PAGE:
Before the NFL offseason hits its full swing, NESN.com will be highlighting hidden Patriots: players on New England?s roster who have fallen under the radar for one reason or another. Next up: tight end Devin Asiasi.
“Better late than never” was the theme of tight end Devin Asiasi’s rookie season with the New England Patriots.
Asiasi and fellow rookie tight end Dalton Keene struggled to produce for the Patriots in 2020 until the final week of the season. Asiasi registered the first two catches of his NFL career in Week 17 against the New York Jets and scored a touchdown on a 26-yard reception. The UCLA product had been blanked on the first five targets of his NFL career and dropped one pass.
Asiasi wound up playing 213 offensive snaps and caught just two passes for 39 yards with the touchdown in 2020. He played 150 snaps inline, 46 in the slot and 17 split out wide, per PFF. At 6-foot-3, 257 pounds, Asiasi ran a 4.73-second 40-yard dash with a 1.65-second 10-yard split, 30.5-inch vertical leap and 9-feet, 7-inch broad jump at the NFL Scouting Combine last winter.
Asiasi, like Keene, didn’t have the easiest path in 2020 even beyond the typical acclimation process that leads to a lack of production seen by rookie tight ends. NFL teams held their offseason workouts, including rookie minicamp, organized team activities and team minicamp, virtually. Training camp was truncated and preseason games were canceled. Asiasi was thrown into the fire after a few weeks of summer practices, and quite frankly, he played like it early in the season.
Asiasi’s rookie year also was interrupted by tragedy when a close friend of the tight end’s was shot and killed. Asiasi was placed on injured reserve and spent time with family to clear his head before returning for the final four weeks of the season.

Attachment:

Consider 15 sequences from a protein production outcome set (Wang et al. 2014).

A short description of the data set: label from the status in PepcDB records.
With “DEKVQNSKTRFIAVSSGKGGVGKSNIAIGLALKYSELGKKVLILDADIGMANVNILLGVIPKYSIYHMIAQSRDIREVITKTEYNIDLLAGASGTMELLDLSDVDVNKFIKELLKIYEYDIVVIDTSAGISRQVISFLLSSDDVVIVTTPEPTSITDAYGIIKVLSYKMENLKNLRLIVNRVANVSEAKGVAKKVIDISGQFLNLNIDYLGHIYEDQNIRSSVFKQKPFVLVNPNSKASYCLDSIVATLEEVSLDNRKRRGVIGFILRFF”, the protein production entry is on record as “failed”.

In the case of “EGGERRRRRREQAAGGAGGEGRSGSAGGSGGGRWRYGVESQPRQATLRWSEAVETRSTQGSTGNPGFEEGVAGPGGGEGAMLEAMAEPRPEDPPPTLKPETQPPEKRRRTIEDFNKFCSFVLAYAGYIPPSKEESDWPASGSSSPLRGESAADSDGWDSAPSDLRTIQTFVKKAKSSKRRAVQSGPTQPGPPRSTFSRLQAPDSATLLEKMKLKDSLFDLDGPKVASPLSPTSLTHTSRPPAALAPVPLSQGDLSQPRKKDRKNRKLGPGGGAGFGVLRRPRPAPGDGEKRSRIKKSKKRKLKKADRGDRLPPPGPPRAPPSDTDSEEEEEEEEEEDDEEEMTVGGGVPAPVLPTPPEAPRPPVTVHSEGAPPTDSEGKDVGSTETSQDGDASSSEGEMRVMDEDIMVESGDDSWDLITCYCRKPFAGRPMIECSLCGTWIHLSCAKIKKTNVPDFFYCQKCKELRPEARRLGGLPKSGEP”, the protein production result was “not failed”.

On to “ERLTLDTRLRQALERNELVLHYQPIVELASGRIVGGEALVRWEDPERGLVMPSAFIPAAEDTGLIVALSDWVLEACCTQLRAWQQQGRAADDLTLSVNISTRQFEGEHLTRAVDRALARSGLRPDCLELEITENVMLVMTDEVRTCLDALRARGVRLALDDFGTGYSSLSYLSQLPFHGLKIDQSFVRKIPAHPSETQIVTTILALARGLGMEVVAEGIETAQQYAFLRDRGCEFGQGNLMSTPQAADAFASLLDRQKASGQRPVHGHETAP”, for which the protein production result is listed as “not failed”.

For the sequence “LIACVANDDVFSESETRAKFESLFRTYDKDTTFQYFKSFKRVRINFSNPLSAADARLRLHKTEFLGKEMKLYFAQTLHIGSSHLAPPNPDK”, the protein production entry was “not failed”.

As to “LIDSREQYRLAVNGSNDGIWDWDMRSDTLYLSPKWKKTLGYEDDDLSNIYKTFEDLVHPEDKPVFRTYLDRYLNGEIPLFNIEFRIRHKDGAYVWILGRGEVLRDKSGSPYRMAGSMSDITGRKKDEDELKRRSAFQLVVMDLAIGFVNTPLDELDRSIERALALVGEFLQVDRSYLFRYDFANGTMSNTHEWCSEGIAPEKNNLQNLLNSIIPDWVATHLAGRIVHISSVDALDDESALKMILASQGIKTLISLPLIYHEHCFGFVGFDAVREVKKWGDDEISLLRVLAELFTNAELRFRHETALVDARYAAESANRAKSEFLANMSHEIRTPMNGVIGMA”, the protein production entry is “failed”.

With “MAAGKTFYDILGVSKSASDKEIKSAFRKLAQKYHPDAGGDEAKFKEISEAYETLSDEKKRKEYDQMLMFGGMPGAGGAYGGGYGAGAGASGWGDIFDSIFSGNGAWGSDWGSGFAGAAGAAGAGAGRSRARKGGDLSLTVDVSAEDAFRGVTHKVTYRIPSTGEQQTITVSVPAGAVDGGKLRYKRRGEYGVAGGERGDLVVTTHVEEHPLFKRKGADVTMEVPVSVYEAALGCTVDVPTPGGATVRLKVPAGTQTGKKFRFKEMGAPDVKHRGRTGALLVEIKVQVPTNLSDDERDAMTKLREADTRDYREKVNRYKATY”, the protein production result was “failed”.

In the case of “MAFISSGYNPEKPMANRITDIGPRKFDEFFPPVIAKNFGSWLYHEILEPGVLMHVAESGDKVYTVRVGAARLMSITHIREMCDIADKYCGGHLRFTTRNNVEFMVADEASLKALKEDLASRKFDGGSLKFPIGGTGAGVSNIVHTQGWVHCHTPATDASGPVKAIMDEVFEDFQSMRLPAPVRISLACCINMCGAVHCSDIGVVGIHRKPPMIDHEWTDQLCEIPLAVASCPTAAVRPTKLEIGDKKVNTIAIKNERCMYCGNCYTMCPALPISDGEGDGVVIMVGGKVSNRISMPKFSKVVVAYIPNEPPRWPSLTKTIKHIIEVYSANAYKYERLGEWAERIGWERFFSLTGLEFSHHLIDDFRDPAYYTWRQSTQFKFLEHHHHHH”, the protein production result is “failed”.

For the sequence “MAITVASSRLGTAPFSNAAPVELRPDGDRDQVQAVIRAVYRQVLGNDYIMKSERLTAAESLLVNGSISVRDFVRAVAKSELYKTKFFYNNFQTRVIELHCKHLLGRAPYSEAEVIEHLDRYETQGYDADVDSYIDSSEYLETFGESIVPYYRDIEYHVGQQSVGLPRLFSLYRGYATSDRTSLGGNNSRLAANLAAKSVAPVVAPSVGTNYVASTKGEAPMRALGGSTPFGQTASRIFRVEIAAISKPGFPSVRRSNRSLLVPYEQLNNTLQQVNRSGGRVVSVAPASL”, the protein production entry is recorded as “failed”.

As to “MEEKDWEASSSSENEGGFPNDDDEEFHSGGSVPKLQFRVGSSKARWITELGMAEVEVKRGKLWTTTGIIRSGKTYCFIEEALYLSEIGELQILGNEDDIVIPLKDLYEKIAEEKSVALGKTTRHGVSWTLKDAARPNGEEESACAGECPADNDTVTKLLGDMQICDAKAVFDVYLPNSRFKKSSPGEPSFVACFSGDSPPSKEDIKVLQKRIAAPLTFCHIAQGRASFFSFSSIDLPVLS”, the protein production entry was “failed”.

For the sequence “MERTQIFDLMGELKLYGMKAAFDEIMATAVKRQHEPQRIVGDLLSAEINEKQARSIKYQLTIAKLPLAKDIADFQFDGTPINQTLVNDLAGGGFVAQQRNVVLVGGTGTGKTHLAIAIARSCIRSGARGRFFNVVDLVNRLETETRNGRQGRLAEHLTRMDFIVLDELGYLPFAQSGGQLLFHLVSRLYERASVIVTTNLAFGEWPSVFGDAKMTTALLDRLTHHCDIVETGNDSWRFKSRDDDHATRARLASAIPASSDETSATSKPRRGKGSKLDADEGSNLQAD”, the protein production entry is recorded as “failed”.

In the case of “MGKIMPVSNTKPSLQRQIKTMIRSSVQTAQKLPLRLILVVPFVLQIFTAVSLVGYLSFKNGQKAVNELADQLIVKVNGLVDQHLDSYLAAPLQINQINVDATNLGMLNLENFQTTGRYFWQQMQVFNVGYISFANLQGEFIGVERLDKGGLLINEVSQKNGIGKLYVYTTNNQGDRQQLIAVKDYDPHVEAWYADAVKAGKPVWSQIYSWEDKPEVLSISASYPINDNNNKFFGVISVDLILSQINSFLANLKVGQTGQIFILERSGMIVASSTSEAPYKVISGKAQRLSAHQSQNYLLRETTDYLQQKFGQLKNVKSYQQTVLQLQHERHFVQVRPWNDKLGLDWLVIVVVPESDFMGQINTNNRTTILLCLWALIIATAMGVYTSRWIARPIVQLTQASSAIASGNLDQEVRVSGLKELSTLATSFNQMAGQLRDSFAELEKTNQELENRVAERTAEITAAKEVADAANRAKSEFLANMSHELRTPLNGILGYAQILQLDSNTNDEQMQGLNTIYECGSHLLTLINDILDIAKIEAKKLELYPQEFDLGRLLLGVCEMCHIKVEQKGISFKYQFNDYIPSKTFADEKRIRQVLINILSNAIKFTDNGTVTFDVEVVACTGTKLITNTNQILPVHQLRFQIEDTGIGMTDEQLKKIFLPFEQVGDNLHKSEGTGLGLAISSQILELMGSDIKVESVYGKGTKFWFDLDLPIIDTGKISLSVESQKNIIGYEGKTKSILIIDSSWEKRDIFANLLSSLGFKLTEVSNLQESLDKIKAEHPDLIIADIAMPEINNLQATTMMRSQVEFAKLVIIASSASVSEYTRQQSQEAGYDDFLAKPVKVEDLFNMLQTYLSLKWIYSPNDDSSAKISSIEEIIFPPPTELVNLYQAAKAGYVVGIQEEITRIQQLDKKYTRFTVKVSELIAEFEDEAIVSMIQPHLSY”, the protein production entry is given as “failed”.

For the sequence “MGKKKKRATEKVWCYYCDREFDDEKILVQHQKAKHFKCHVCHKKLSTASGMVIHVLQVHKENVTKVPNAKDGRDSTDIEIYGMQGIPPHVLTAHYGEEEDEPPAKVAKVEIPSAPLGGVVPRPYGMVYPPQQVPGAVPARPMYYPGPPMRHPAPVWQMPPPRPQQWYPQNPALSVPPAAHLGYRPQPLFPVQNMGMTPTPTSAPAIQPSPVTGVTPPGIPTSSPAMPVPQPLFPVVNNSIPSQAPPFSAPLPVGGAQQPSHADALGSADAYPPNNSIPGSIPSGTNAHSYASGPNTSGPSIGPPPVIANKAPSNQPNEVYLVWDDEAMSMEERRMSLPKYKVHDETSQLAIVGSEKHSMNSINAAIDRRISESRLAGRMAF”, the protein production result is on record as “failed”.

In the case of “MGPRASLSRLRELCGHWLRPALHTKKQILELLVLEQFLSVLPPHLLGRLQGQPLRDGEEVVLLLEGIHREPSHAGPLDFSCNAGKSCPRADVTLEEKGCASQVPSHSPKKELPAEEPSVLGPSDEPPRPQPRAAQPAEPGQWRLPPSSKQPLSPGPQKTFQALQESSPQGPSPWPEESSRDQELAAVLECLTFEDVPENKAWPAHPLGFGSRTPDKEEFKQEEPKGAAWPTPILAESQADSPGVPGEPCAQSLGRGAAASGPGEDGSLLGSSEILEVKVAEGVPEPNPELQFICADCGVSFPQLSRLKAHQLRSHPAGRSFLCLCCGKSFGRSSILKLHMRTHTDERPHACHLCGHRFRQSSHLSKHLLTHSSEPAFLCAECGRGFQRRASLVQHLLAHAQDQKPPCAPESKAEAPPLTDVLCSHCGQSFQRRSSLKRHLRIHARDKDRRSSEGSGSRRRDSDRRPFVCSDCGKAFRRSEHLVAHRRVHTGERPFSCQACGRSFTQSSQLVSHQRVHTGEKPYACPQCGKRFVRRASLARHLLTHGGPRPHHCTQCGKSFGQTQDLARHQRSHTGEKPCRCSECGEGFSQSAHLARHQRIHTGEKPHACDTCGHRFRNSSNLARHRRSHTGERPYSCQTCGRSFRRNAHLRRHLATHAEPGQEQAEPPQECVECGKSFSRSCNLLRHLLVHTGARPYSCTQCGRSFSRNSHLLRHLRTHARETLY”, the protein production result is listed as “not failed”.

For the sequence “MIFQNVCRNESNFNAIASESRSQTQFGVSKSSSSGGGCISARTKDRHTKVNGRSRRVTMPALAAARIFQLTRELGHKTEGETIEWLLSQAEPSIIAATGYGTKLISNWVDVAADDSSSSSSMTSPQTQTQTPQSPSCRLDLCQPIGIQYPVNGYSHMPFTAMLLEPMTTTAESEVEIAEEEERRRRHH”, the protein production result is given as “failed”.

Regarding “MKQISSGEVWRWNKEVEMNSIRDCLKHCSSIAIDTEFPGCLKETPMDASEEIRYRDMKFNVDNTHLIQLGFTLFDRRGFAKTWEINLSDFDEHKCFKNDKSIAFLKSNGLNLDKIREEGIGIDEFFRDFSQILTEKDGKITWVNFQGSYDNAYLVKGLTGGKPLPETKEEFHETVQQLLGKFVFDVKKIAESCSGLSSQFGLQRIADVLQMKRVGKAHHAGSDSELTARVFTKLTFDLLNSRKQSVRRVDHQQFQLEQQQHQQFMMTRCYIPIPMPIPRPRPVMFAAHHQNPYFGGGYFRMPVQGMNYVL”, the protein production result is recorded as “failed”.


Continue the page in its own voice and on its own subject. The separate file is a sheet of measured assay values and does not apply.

It was important that he finished strong, however.
It’s tough to say what the Patriots should do at tight end this offseason. On one hand, they just invested two third-round picks in tight ends and should expect significant improvement out of both players, Asiasi and Keene, in 2021. On the other hand, New England desperately needs better production at tight end, and if Asiasi and Keene can’t take that next step, then they’ll be on Year 3 of searching for answers at what used to be one of the team’s most dominant positions.
The Patriots will probably attempt to acquire veteran help at the position if only because there are a plethora of attractive options hitting the trade block or open market.
The Patriots have Asiasi, Keene, Ryan Izzo and Matt LaCosse, plus fullbacks Jakob Johnson and Danny Vitale, on their 90-man roster. Hunter Henry, Jonnu Smith, Gerald Everett, Jared Cook and Dan Arnold are hitting unrestricted free agency, Robert Tonyan is a restricted free agent and Zach Ertz, Evan Engram, Jesse James, Kyle Rudolph and Ian Thomas could be traded. It seems like New England should try to wind up with at least one of those 11 players to ensure better production from the position with over $60 million in cap space this offseason.
That also wouldn’t mean the Patriots would be giving up on Asiasi or Keene. New England had a pretty high-powered offense that featured two tight ends from 2010 to 2012. Rob Gronkowski and Martellus Bennett combined for 80 catches, 1,241 yards and 10 touchdowns in 2016. There’s room for a veteran tight end, Asiasi and Keene — potentially in a hybrid fullback-tight end role — all to flash in the Patriots’ offense next season.